Finance professor Jeremy Siegel still expects the Dow to hit 18,000. But he's concerned about the labor force and commodity prices.
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Other countries are expecting a strong year for stocks in 2014. Why are Americans so skittish?
Despite optimism that U.S. stocks will be among the best performers this year, American investors are still running scared.
A new survey from Schroders, a multinational investing firm that manages $415 billion for clients, shows U.S. investors ranking at the bottom of 25 countries in terms of confidence, with just 37 percent showing a positive view.
That contrasts with the general tone of the report, which shows global investors anticipating a strong year particularly on the equity side. Investors are most confident in India (90 percent), Thailand (83 percent) and Indonesia and Japan (76 percent each).
Contrasting with the gloomy attitudes of Americans, other countries expect to find better returns in U.S. stocks than any other region except Asia-Pacific. Western Europe is No. 3.
This week the chain began promoting its Mighty Wings at a new price of $3 for 5 wings. That's a 40% discount.
There's a chicken wing clearance sale going on at McDonald's (MCD).
This week the chain began promoting its Mighty Wings (pictured) at a new price of $3 for five wings, or about 60¢ each, compared with the original price of $1 per wing. That's a 40 percent discount.
At this price, McDonald's will either break even or take a slight loss on the product, according to Nick Setyan, vice president in charge of equity research at Wedbush Securities.
Mighty Wings will be sold at the discounted price "until supply runs out," spokeswoman Lisa McComb wrote in an email.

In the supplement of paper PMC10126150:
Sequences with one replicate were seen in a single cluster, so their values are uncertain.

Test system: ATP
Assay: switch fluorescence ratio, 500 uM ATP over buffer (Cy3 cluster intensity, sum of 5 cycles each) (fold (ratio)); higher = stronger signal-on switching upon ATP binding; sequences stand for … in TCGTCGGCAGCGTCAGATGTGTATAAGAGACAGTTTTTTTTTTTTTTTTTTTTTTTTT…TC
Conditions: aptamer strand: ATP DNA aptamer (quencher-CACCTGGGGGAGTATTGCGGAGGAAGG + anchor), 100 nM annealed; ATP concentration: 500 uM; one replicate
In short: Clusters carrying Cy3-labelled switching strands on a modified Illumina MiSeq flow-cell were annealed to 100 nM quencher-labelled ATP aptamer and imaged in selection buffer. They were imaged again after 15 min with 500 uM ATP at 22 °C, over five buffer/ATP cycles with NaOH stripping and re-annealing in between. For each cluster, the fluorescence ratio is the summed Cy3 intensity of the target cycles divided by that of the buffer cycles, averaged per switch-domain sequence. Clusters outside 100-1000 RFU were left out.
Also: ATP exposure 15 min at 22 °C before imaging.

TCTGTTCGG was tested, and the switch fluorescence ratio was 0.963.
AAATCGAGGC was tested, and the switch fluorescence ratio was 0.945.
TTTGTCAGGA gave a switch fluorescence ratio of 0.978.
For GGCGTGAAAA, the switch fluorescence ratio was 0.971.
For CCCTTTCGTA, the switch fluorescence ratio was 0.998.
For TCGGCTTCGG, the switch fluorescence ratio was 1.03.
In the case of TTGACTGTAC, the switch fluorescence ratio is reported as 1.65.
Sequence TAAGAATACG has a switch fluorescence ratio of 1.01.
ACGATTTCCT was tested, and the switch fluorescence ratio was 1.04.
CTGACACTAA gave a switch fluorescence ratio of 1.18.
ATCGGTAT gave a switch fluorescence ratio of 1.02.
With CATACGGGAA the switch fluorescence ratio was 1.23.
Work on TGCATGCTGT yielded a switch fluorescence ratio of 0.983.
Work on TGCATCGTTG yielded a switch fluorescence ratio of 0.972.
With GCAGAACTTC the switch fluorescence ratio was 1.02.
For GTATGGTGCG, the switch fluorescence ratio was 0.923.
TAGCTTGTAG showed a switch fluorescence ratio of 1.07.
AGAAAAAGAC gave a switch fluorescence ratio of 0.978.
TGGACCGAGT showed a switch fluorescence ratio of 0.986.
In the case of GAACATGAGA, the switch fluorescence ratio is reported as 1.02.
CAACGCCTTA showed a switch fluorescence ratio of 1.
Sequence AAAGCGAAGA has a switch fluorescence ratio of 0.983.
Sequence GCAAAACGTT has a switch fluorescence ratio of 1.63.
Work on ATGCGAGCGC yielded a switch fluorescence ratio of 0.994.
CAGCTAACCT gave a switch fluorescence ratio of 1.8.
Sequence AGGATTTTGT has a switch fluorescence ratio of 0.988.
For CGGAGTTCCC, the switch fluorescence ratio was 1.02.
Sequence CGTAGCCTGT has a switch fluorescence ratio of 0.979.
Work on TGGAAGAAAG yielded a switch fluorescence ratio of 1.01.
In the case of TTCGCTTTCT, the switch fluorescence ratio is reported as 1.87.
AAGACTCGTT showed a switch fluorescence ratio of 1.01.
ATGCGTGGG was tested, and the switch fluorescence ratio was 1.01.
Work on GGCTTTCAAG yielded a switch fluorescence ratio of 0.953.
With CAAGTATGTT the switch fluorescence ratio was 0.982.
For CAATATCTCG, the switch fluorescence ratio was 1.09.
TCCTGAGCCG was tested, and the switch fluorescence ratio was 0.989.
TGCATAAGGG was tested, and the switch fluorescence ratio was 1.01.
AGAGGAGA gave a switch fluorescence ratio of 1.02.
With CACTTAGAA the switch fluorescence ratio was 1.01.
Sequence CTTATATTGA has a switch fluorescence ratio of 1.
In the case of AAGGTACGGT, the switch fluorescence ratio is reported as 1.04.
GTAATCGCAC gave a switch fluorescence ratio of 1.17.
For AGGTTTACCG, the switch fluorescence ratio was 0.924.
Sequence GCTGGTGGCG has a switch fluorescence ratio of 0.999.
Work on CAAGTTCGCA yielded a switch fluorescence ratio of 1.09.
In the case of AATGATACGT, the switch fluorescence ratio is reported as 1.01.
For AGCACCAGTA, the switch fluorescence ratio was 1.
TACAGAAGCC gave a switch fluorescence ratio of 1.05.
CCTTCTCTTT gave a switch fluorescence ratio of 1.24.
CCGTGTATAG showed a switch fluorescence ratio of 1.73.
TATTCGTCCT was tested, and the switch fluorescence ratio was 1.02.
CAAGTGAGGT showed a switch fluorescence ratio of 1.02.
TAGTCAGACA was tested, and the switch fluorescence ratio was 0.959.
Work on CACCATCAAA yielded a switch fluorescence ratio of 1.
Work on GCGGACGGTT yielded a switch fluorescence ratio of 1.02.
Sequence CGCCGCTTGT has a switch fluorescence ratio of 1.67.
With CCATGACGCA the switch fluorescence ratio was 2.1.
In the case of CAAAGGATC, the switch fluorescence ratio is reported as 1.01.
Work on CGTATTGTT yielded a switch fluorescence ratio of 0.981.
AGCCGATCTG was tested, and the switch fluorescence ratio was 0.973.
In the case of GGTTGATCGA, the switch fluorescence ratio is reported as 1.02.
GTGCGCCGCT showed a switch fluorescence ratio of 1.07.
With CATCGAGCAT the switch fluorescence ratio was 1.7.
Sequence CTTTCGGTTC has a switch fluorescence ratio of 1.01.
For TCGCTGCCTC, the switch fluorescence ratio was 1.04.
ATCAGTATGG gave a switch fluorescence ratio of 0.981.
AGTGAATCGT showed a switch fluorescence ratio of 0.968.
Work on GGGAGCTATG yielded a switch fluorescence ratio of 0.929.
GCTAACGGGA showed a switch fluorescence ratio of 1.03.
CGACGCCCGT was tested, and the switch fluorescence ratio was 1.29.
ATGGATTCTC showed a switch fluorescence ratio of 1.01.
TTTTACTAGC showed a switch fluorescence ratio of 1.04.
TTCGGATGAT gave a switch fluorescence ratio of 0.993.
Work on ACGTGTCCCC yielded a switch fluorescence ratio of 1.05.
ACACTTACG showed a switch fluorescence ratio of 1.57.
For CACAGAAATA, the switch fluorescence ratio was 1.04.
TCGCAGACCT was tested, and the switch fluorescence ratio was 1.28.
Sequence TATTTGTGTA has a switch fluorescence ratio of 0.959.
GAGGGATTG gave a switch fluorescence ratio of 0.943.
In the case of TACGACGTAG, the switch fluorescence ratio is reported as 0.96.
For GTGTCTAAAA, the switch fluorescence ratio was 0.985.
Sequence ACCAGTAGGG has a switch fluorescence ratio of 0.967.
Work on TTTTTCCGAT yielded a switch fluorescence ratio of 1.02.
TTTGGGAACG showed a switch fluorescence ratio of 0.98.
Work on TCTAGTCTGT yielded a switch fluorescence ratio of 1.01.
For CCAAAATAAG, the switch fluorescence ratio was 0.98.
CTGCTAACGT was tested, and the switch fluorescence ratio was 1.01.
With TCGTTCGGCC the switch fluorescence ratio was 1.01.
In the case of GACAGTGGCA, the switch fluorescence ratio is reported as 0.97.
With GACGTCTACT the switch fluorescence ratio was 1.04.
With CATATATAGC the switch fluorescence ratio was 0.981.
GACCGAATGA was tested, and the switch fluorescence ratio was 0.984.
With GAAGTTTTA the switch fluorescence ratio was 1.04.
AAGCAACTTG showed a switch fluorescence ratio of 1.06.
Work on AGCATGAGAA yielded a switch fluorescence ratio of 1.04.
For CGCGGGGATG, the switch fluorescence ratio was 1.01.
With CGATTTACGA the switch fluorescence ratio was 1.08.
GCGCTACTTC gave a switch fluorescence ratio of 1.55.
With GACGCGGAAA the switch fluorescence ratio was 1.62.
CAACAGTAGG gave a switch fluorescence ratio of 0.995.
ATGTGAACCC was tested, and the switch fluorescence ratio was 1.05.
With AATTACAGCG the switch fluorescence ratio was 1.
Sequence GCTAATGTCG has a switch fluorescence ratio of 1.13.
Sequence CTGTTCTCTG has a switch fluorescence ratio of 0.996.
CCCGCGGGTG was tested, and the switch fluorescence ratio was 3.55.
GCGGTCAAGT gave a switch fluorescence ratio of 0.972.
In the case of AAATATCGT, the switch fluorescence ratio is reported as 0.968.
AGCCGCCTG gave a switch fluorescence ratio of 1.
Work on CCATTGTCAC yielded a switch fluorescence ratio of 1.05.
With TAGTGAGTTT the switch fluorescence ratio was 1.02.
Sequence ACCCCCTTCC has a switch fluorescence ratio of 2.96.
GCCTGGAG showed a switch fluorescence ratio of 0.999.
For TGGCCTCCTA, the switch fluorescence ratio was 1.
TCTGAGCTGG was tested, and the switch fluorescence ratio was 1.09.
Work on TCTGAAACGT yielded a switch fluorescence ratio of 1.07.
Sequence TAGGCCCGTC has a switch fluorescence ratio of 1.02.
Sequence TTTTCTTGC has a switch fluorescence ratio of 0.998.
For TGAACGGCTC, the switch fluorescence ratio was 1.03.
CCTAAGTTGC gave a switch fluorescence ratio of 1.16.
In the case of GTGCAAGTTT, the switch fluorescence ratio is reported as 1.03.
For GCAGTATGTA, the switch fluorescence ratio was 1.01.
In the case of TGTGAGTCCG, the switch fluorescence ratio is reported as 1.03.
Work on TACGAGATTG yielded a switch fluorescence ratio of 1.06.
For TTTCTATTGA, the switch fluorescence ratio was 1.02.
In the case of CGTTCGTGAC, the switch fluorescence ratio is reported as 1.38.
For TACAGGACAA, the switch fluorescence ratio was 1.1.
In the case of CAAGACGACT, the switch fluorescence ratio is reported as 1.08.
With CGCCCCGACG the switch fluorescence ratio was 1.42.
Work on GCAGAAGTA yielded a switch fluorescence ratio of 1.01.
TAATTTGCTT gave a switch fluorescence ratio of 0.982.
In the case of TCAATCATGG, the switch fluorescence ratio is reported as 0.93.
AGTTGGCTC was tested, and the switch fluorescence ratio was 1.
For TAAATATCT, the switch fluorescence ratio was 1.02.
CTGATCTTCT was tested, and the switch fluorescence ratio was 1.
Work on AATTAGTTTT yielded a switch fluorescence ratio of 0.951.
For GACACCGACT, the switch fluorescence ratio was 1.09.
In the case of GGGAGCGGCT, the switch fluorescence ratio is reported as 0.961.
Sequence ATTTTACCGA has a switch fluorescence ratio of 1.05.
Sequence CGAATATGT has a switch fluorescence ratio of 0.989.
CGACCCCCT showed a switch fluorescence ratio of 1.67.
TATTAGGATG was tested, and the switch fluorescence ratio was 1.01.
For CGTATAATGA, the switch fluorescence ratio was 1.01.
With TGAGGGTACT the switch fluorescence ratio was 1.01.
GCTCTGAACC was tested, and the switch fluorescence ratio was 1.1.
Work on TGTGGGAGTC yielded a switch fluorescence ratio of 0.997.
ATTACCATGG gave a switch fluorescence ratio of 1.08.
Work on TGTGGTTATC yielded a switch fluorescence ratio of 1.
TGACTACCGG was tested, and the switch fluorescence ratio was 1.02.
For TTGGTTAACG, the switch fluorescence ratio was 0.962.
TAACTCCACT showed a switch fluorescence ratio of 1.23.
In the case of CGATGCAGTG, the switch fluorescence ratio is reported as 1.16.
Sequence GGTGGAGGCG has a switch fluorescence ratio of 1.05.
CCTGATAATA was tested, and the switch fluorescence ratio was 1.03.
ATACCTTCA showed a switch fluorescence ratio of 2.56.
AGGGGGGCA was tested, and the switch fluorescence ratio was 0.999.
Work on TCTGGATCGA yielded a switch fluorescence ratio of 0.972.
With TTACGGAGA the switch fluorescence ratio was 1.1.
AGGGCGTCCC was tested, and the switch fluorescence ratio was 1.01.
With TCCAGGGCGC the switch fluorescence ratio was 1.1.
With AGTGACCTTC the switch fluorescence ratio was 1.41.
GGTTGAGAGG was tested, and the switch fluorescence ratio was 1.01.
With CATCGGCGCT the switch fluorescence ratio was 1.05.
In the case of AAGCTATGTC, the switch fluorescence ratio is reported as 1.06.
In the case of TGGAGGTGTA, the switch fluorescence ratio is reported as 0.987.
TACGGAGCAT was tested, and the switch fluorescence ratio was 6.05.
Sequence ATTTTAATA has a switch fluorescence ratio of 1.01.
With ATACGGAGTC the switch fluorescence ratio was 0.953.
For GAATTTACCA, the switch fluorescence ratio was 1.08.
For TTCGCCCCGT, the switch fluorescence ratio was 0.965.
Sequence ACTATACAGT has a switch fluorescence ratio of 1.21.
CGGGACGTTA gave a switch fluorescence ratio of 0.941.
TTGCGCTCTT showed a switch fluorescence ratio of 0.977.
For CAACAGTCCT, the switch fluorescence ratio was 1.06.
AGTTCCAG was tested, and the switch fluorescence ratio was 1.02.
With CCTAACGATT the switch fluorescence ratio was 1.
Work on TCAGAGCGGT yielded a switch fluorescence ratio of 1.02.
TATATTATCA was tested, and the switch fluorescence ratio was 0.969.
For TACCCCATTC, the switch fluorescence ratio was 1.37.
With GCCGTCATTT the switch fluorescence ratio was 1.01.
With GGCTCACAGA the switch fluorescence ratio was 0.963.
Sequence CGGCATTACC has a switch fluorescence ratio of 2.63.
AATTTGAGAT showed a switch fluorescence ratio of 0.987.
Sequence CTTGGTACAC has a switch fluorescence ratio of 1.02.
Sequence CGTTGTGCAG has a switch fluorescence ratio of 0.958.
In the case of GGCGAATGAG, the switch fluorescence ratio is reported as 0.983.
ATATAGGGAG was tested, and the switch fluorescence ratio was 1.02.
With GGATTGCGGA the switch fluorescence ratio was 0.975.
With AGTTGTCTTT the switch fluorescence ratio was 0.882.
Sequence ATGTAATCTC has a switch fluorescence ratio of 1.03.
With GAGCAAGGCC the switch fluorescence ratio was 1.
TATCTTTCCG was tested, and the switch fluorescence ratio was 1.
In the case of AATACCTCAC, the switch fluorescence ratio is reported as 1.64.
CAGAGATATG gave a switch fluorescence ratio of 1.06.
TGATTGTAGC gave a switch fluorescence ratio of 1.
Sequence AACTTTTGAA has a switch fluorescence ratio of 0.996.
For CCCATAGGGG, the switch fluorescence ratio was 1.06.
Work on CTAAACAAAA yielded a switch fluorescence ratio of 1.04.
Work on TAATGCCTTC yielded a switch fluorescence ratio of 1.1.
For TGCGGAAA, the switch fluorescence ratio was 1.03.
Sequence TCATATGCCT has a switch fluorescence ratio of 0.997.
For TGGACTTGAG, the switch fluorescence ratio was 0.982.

Every time a foreign crisis occurs, the same 5-day pattern plays out. Look for the same with the Ukraine situation.
Don't just stand there, sell, especially if everyone else is selling or will be selling.
Let the S&P futures, down so huge, dictate your emotions, and, if we don't open down big consider it a blessing and bang out as much as you can because everyone is too complacent about this Ukraine thing, whatever the heck it is (you better not be or you are being way too glib and thoughtless).
There. I did it.
I totally spelled out the mindset that has been used pretty much every time a foreign financial or non-financial crisis has occurred, a process that has only been exacerbated as the futures and the ETFs and, most importantly, the algorithms have come to take control of our stock market.
The disconnect that exists between the company's investors and the real world is never-ending.
When it comes to irrational exuberance, I can't think of a better recent example than the 34 percent year-to-date gains seen in shares of BlackBerry (BBRY). The disconnect that exists between the company's investors and the real world is never-ending.
This is a company that still doesn't know where it's going. It wasn't long ago that BlackBerry shares nearly tripled on the prospects of its new operating system called BB10. Ahead of the launch, some analysts proclaimed that BlackBerry could one day trade in the $40's. BlackBerry stock traded under $10 at the time.